Sketchnoting as a #GrowthMindset Journey

A couple of colleagues and I are facilitating a full-day sketchnoting workshop, and as an introduction, we plan to share our sketchnoting journey, so I wanted to take time to reflect and pick out key steps on my path. By the way, I have no art background, and I feel like I'm quite under-qualified to "lead" this session, but I'm working with fantastic colleagues, and we've had a great time planning the workshop.

I discovered sketchnotes in the winter of 2014, and I've been trying them off and on since then. I would like to be more consistent with my practice, so this post will also serve as my attempt to become more accountable. 😉

After I learned about Carol Dweck's work, I always shared the concept of mindset with my students. (Check out all of my posts about mindset.) That particular year, however, my students really struggled with the ideas of failure and risk-taking. I thought if I took up the practice of sketchnoting and shared my work with my students, I could show them my attempts and we could document my improvement over time. I still say, "I'm not an artist," and I continue to have a pretty fixed mindset about it, but I'm determined to practice what I preach!

I found a few sketchnoting resources and started practicing. I believe that's when Sylvia Duckworth started freely sharing her sketches too, so she has inspired me for many years!

At the same time, one of my teammates was finishing her dissertation (basically about notetaking and retention techniques) and she asked if we could try some visual thinking maps with our students. YES, please! One of our units was extra-heavy with vocabulary, so that's where we started. We asked the students to create graphic organizers/sketchnotes to show the relationships between the terms and concepts in the unit. Here's the only sample I saved (and it wasn't even my student) but I loved this student's design and use of colors.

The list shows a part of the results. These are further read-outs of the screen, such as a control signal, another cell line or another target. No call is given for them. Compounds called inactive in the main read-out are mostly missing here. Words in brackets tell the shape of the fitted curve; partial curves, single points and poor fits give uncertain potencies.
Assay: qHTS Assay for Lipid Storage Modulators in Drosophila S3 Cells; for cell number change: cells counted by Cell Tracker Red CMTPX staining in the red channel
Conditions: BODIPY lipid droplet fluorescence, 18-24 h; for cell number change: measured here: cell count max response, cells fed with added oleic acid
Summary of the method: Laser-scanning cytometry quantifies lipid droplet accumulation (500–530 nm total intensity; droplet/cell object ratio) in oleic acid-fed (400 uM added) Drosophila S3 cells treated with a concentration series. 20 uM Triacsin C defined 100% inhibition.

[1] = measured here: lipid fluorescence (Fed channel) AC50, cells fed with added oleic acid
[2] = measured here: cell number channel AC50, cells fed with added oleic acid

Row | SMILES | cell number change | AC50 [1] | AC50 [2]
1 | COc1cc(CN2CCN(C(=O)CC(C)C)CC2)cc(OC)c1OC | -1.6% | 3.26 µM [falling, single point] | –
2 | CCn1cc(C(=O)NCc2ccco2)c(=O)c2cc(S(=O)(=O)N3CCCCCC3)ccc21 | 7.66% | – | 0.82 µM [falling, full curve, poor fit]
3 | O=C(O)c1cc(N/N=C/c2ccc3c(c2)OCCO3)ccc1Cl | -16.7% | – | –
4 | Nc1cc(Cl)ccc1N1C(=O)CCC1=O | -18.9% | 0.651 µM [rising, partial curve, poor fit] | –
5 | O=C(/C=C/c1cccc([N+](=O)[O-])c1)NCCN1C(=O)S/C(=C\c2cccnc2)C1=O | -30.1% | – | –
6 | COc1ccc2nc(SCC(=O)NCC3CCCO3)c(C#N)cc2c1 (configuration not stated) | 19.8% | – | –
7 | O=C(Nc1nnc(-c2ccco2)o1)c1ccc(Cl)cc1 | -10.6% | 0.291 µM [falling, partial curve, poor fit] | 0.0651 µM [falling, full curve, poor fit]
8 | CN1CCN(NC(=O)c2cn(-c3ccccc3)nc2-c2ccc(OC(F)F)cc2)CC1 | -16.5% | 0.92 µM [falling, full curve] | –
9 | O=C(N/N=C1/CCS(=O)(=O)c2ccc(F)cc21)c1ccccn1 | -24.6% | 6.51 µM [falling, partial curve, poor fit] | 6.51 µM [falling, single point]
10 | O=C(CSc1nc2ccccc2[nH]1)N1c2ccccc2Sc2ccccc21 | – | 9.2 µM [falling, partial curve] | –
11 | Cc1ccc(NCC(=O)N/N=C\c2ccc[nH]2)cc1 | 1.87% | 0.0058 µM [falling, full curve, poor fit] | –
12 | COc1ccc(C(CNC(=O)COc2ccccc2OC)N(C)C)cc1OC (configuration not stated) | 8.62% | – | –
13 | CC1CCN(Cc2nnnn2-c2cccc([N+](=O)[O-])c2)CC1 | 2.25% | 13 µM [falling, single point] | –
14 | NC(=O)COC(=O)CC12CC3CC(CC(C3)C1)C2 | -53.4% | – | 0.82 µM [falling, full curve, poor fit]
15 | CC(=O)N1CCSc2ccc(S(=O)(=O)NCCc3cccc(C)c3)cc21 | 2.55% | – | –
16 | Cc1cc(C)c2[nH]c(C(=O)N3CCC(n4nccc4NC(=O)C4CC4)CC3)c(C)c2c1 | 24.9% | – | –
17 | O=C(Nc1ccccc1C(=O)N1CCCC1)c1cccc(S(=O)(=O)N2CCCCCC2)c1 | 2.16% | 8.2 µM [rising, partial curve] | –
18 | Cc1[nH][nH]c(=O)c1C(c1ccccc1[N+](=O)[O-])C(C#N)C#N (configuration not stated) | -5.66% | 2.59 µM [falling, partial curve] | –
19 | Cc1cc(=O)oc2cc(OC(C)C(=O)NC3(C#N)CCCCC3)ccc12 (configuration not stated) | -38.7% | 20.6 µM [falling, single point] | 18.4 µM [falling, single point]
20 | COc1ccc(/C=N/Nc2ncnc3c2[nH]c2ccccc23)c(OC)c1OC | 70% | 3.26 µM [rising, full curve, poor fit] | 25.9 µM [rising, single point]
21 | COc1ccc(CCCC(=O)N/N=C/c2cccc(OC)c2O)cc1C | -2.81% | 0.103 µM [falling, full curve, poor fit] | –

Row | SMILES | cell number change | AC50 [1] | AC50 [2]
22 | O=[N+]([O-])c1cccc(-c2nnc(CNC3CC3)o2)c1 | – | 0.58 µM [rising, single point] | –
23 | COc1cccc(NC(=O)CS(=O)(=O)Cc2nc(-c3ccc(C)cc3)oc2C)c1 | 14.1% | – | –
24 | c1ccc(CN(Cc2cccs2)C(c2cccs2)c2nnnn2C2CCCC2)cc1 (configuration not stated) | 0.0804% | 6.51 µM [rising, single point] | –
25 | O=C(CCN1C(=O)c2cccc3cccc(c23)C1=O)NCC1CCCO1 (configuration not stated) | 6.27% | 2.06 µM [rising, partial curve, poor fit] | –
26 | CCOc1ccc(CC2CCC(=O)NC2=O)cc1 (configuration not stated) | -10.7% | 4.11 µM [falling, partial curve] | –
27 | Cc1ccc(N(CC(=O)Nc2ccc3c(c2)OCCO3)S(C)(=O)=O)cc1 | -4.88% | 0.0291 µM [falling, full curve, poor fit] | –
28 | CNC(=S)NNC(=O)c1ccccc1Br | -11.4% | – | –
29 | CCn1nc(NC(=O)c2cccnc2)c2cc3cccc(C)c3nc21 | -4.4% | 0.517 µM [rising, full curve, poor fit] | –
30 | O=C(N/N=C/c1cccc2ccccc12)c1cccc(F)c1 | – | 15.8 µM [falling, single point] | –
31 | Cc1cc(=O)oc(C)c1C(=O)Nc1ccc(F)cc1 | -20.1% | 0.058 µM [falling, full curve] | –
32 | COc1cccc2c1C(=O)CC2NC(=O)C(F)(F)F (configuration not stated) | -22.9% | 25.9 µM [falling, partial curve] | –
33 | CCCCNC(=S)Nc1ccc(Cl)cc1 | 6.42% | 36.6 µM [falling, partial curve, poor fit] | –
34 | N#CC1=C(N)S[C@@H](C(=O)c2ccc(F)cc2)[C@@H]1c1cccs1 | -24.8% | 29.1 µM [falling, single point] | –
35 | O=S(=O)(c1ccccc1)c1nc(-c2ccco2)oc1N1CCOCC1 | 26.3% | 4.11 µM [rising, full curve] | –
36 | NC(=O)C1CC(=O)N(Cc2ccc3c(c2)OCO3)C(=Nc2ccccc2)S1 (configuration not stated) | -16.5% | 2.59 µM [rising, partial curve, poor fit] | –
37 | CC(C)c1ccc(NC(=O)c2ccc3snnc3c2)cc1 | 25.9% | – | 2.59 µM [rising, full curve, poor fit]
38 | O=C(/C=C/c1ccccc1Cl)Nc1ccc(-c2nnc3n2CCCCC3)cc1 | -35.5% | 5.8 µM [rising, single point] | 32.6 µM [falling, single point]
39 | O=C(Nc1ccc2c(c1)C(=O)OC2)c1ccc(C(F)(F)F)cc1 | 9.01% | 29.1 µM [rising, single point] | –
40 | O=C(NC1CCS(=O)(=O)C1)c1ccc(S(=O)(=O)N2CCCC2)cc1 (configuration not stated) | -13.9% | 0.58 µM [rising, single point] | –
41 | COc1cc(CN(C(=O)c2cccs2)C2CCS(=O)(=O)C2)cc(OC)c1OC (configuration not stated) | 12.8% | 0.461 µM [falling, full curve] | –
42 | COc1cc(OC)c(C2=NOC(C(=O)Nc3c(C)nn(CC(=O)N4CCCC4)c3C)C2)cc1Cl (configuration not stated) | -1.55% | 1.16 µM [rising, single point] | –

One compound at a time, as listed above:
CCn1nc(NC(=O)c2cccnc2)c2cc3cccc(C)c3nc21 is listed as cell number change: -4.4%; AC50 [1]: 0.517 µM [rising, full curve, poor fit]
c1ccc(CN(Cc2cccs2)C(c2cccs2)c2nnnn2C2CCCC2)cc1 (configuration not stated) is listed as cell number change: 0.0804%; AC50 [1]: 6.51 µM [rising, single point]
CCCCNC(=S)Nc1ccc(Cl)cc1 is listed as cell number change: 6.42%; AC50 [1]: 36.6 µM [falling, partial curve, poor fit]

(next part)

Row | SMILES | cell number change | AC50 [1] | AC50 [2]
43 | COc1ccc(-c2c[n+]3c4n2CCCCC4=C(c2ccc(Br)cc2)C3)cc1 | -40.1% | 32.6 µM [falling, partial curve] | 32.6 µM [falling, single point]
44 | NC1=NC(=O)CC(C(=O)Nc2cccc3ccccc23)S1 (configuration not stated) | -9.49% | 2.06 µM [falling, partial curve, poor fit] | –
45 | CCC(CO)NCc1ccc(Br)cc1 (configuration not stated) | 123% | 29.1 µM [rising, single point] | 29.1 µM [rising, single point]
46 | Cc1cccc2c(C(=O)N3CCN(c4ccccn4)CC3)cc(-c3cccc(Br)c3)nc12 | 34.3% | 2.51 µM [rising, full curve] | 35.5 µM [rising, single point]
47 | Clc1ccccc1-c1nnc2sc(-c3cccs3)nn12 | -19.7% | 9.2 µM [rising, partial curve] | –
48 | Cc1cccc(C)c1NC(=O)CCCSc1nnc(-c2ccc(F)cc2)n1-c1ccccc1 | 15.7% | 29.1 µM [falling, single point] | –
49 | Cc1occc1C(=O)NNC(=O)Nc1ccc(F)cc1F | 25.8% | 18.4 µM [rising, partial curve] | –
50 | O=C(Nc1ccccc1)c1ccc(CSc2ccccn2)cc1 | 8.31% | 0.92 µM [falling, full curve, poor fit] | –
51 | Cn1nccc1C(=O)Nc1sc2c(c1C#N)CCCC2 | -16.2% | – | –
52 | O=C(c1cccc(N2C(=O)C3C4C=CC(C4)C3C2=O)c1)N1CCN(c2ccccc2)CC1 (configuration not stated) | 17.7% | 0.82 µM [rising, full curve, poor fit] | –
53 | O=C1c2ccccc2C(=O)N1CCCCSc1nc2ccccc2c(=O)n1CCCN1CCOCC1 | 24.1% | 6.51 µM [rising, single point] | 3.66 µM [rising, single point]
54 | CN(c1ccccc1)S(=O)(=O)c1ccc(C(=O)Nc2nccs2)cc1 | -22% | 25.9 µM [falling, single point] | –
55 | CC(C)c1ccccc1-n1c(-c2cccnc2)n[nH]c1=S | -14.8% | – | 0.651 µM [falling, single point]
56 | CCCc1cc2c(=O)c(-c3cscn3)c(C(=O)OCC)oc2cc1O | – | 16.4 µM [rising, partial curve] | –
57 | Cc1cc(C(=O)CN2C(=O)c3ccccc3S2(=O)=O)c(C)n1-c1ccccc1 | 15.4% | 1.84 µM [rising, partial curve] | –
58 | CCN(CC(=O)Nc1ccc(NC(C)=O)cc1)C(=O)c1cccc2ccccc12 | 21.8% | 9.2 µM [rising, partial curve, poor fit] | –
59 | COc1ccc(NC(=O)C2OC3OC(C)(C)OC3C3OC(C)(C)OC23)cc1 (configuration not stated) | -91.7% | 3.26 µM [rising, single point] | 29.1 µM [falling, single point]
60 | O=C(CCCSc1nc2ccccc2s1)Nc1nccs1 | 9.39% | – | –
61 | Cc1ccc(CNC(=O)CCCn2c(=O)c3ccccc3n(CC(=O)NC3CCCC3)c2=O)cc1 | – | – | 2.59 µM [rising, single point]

At the end of that school year, I transitioned to my current job, and my interest in sketchnoting grew. Sketchnoting was the subject of my "Genius Hour" project in 2015, and I shared one of my very first sketchnotes with session participants that fall.
Since 2014, I watched countless videos and webinars about sketchnote techniques and tools. I read books, blogposts, and followed Twitter hashtags. I attended sketchnoting sessions at TCEA, ISTE, and at edcamps.

My sketchnote turning point was participating in the 2017 #sketch50 Twitter challenge. I completed all 50 prompts (on time!), learned new techniques, and grew my PLN. The daily prompts were perfect brain breaks, and every day, I looked forward to creating during lunch or as a relaxation activity after work. Here's my entire album of sketches, and it's so fun for me to see the growth and improvement in my sketches.

Another key from 2017 was participating in #ClassyGraphics. That course taught me about colors, fonts, and design, which really helped with my sketchnotes, too.

For the 2018 #sketch50 challenge, the focus was creating quick sketches and #ProcessOverPretty. I'm working to complete more quick sketches, but I still like to take a bit more time with my sketchnotes.

In 2018, I took #ClassyVideos and the subject of one of my earliest videos was a quick overview of my sketchnote journey.

Over the years, I have sketchnoted blog posts, TED talks, podcasts, personal learning, and books. I also try to sketch workshops, but I'm much better at creating sketches as reflections and to synthesize my work, rather than real-time sketching. I've included a few of my sketchnotes in past blog posts, and another goal is to start sketchnoting our podcast episodes. (We'll see.)

For 2019, I have 19 goals ("19 for '19") and one goal is to master 50 sketchnote icons. The experts say you should have 100 icons in your visual vocabulary, and I'm about a quarter of the way there. 😳

A sketchnoting highlight of 2019 was to host Sylvia Duckworth at Region 10 for a full-day workshop, so I learned from the best!

I continue to have a #growthmindset about my sketchnoting, and I'm always learning!

If you want to see the images that are too tiny to see in my Sketchnote Journey graphic, here's the entire album.